Where is market headed?

There’s no other way to describe it: November was an amazing month for the stock markets.

Despite a war raging in Afghanistan, more anthrax deaths, confirmation that the U.S. is indeed in a recession, worries about more terrorist attacks, the Enron collapse, and bad news on such diverse fronts as consumer confidence, unemployment, and earnings, investors rushed out and bought stocks like almost never before.

Indexes show gains
All the major U.S. indexes experienced one-month gains that ranked among their best ever.

  • Nasdaq led the way with an big 14.2 per cent advance
  • The Dow followed at 8.6 per cent
  • The S&P 500 rose 7.5 per cent
  • The TSE 300 went along for the ride, with a 7.8 per cent gain.

But, significantly, the blue chips did better than the broad index, with the S&P/TSE 60 jumping 8.6 per cent for the month.

That’s a tip-off as to the selective nature of this market. Big technology stocks like Intel, Cisco, and Microsoft have done well, along with large, stable companies like Home Depot.

But volume has been light and the buying has been selective. Safety is still a top ccern in people’s minds.

World indexes took their cue from Wall Street. Every major exchange around the globe was up, with especially impressive results from Hong Kong (plus 12 per cent) and Frankfurt (plus 9.4 per cent).

New market-or mere rally?
Now the debate is on as to whether this big rebound signals the birth of a new bull market or is just one more rally in an extended bear.

My view remains cautious. For many months, and especially since September 11th, I’ve been advising people to put prudence ahead of profits in their scheme of priorities.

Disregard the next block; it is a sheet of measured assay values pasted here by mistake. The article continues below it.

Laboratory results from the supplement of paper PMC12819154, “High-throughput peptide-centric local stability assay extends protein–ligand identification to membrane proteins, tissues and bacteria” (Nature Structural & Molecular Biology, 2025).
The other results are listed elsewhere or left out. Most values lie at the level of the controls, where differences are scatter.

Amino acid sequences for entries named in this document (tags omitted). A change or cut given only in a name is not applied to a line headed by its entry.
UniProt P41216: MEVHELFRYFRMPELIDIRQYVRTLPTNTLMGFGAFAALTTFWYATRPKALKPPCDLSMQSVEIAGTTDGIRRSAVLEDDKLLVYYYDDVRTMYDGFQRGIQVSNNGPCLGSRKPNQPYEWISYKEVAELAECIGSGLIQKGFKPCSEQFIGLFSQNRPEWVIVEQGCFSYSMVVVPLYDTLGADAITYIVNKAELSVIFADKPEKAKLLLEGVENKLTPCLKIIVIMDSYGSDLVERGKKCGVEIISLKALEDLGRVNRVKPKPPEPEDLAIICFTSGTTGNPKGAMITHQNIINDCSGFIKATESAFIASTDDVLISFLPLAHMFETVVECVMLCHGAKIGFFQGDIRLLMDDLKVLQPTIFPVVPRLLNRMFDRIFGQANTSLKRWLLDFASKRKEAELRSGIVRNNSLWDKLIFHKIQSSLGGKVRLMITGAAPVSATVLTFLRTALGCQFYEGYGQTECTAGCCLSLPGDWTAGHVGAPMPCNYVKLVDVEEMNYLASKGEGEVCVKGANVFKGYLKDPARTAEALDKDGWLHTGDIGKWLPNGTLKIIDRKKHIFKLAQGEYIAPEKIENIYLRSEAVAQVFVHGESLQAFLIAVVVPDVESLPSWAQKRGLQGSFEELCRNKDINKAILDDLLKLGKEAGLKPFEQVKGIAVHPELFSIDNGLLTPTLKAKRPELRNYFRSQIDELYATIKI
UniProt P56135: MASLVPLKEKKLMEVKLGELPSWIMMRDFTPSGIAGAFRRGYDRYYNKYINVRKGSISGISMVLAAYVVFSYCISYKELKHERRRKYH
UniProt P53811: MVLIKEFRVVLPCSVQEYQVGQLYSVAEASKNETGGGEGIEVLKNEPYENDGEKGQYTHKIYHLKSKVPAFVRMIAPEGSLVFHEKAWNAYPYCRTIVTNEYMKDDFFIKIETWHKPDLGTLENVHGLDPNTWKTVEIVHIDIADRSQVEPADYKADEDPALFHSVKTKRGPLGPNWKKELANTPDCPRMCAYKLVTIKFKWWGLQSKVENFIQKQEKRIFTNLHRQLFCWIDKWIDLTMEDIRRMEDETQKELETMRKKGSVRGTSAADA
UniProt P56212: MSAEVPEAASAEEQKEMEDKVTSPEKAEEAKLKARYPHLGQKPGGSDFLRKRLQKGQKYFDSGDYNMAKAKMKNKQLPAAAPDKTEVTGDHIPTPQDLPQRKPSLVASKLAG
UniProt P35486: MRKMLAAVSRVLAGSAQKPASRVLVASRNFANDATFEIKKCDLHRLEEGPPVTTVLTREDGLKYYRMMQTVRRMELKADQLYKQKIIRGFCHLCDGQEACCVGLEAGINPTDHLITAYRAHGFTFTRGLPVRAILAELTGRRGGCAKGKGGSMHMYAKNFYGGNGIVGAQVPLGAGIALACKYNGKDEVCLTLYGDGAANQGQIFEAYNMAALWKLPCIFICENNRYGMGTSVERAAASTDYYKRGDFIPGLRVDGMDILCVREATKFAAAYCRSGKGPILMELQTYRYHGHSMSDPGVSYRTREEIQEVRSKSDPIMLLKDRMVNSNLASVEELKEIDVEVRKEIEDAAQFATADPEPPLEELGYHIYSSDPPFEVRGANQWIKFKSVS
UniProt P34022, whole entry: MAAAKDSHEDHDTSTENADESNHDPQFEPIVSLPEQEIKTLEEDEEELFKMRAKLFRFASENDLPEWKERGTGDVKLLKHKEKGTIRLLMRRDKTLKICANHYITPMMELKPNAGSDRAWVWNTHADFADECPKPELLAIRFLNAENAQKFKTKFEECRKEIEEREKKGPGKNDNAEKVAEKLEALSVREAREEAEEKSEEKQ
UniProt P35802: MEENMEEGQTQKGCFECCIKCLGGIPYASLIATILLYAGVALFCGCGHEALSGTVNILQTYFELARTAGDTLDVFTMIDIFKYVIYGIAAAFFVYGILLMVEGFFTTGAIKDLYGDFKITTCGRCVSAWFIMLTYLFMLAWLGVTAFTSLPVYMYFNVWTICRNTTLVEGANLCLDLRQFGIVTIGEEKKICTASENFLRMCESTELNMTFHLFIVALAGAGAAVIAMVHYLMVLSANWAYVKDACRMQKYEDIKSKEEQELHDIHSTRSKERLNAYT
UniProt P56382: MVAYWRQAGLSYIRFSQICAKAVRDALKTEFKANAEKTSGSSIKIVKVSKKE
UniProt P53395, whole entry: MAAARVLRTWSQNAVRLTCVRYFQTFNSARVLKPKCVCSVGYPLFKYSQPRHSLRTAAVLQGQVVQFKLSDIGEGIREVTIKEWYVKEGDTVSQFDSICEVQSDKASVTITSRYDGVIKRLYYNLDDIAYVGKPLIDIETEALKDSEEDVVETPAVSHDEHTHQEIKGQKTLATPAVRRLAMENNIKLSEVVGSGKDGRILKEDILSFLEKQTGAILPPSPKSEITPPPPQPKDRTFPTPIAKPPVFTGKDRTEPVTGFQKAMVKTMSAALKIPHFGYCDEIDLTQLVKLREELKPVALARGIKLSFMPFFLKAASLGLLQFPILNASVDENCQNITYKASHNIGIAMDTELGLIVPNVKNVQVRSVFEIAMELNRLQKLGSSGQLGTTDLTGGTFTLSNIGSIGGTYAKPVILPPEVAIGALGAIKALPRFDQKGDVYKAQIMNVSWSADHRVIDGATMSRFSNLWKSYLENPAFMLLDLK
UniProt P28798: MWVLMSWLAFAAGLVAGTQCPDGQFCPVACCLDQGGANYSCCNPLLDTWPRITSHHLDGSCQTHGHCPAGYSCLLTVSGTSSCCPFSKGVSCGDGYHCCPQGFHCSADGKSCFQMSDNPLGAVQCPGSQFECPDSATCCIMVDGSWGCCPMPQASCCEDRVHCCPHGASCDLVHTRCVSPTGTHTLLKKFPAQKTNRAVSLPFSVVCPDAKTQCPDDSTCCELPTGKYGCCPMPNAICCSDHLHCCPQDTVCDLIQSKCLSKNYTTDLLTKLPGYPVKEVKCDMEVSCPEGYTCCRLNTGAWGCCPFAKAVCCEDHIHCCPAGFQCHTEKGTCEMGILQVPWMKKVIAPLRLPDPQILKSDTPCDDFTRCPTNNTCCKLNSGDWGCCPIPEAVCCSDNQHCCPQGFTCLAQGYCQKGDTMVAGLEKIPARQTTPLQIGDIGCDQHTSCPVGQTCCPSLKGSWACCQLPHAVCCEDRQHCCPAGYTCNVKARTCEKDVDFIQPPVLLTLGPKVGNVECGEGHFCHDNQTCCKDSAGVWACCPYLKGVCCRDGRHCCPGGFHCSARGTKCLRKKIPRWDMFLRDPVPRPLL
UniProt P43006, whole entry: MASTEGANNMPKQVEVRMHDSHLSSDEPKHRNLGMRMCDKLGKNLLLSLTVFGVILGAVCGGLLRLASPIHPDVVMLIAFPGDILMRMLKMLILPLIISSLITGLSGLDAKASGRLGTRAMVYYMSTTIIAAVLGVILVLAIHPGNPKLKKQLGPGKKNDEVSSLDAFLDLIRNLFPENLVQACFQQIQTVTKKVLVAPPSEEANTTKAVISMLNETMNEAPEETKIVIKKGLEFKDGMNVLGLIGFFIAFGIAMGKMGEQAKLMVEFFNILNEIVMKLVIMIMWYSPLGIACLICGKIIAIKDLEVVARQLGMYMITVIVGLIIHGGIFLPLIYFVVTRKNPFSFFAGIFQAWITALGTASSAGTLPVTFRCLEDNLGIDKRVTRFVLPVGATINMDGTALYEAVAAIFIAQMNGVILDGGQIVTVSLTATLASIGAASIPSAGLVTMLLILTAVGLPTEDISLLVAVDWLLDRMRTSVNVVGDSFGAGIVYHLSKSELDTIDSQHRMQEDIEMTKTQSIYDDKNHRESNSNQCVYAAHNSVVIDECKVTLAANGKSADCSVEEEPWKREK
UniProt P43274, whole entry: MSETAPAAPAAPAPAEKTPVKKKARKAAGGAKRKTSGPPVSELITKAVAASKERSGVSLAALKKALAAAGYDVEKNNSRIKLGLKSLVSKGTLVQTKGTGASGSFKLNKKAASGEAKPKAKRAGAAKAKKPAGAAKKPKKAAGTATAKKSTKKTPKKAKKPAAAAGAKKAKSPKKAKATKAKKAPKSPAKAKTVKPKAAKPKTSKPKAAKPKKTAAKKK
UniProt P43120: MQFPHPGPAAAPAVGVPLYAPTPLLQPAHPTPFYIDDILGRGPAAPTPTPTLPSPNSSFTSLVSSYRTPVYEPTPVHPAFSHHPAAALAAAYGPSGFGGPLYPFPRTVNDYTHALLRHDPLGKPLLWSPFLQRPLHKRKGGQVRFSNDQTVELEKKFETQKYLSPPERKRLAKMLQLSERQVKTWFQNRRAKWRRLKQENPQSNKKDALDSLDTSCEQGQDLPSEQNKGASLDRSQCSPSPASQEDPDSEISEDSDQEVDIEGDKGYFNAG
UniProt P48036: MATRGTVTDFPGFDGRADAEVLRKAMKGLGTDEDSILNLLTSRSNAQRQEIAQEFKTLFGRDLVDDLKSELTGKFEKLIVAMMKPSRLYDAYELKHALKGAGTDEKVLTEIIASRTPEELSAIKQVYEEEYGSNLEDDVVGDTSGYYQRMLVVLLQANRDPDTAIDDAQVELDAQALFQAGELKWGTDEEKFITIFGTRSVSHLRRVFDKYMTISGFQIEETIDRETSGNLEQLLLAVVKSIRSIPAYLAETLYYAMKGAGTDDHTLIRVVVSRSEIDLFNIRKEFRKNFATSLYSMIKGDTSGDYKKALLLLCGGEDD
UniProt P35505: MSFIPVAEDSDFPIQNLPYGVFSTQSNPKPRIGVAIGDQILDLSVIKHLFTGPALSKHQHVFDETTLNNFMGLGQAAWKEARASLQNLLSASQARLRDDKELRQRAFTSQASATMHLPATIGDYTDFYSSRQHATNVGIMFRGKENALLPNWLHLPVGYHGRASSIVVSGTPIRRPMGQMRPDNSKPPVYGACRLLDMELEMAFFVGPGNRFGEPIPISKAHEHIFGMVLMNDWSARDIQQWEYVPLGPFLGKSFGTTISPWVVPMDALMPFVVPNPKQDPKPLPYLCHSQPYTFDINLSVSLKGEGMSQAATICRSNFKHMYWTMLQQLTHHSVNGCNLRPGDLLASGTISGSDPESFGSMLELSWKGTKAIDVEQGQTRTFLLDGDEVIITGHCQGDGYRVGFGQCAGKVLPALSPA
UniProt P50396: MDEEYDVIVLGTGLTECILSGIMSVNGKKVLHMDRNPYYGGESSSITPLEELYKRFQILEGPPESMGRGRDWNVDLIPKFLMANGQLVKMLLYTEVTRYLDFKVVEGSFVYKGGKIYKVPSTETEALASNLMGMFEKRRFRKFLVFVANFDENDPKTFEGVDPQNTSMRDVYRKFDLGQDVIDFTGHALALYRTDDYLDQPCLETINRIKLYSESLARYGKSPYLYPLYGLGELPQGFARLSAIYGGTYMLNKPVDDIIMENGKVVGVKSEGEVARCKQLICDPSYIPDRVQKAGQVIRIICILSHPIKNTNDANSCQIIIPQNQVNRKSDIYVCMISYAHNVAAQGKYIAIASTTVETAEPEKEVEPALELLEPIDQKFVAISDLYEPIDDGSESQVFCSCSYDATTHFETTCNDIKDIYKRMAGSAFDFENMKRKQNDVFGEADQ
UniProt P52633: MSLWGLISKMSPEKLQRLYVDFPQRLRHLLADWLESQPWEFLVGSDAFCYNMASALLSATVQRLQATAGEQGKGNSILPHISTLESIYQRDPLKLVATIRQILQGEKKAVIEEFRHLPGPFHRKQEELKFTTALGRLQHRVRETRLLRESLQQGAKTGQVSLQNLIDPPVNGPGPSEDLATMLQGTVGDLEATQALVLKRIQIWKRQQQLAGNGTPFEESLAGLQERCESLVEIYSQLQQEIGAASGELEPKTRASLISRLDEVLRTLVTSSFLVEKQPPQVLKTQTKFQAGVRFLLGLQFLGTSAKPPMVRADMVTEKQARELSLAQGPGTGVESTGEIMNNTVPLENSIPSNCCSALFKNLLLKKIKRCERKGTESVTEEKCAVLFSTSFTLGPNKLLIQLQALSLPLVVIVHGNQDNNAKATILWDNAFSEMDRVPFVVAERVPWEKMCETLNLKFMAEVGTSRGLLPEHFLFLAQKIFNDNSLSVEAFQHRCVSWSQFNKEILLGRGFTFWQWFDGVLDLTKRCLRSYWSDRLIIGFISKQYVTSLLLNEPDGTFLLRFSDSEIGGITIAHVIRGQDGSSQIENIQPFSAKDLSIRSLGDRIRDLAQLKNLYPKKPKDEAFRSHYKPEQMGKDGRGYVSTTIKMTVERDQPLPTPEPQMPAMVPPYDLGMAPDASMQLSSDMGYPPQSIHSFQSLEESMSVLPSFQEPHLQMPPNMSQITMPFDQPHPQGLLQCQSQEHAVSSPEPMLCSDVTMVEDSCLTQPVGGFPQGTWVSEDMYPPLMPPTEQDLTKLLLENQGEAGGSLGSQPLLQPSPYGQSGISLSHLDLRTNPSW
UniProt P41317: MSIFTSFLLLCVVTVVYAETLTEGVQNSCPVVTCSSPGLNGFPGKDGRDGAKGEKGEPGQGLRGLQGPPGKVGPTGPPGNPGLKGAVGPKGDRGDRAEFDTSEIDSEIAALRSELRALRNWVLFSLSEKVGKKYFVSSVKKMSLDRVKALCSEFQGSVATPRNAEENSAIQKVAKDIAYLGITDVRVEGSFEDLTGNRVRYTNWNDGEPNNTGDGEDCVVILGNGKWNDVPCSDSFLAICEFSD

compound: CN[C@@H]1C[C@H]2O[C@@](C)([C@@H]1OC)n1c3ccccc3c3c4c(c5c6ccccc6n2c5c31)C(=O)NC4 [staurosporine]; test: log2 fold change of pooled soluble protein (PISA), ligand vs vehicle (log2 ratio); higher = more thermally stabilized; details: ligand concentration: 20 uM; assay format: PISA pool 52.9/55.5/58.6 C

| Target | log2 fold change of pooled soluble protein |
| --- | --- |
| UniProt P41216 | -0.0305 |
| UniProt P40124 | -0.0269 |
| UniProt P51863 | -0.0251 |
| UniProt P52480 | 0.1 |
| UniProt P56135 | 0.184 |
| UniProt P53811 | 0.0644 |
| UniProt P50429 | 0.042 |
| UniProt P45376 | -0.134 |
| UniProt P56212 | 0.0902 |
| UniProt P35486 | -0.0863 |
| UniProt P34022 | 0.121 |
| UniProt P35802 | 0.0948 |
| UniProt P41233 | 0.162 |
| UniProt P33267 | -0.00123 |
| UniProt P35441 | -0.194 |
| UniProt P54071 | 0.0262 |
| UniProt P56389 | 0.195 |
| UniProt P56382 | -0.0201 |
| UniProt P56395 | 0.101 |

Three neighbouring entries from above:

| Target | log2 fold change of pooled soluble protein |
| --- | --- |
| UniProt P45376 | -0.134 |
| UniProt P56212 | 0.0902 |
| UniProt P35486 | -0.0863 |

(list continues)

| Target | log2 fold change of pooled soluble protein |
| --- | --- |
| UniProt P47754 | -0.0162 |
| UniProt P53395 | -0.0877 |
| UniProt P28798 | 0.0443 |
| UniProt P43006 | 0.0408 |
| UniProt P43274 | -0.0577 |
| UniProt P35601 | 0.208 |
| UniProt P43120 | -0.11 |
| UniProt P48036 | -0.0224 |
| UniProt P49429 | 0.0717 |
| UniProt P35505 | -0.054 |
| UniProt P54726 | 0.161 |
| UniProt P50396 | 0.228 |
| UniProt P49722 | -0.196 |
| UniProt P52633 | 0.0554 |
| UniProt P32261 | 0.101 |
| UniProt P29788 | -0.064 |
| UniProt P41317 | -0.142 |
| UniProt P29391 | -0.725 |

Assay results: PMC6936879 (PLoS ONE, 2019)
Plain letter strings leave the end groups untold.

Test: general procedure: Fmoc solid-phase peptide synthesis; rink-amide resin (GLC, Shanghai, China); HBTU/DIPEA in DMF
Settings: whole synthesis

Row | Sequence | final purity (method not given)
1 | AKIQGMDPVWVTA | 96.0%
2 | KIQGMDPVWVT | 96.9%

However, I have never suggested selling everything and retreating to cash, nor would I. My advice has been, and remains:

  • Make new purchases judiciously
  • Build a portfolio on whatever you’re comfortable with for the long term.

I expect there will be a market correction in the wake of these big gains, perhaps this month as we come up to the tax-loss selling period.

Next page: Technology gains

Technology gains
Technology stocks in general and Nasdaq leaders in particular look vulnerable to pull- backs.

Some have enjoyed huge gains recently.

  • Intel (NAS:INTC), for example, has gone from a low of US$18.96 just after the terrorist attacks to a Nov. 30 close of US$32.66.
That’s a gain of 72 per cent in less than three months. I don’t suggest selling Intel at this stage if you own shares, as the fundamentals are looking better, but a temporary retreat to below US$30 wouldn’t surprise me.

The story is the same at Cisco Systems (NAS:CSCO)

  • It has recovered from a September low of US$11.04 to close on Friday at US$20.44 – a bounce of 85 per cent.
Again, this may be too much too soon – the valuation is very high at this level.

Go-but use caution
There are many similar examples. Already, some analysts are warning of a new high-tech bubble if these trends continue. I doubt the market is foolish enough to let that happen again, which is why I expect a correction.

So don’t feel you must plunge into this market or you’ll get left behind by a runaway train.

That does not mean to sit on your hands. If you have cash in money market funds, your returns may be getting close to zero. You should gradually deploy some of that money as opportunities arise.

There should be quite a few in the next month or two.

From the December 3rd edition of the Internet Wealth Builder newsletter.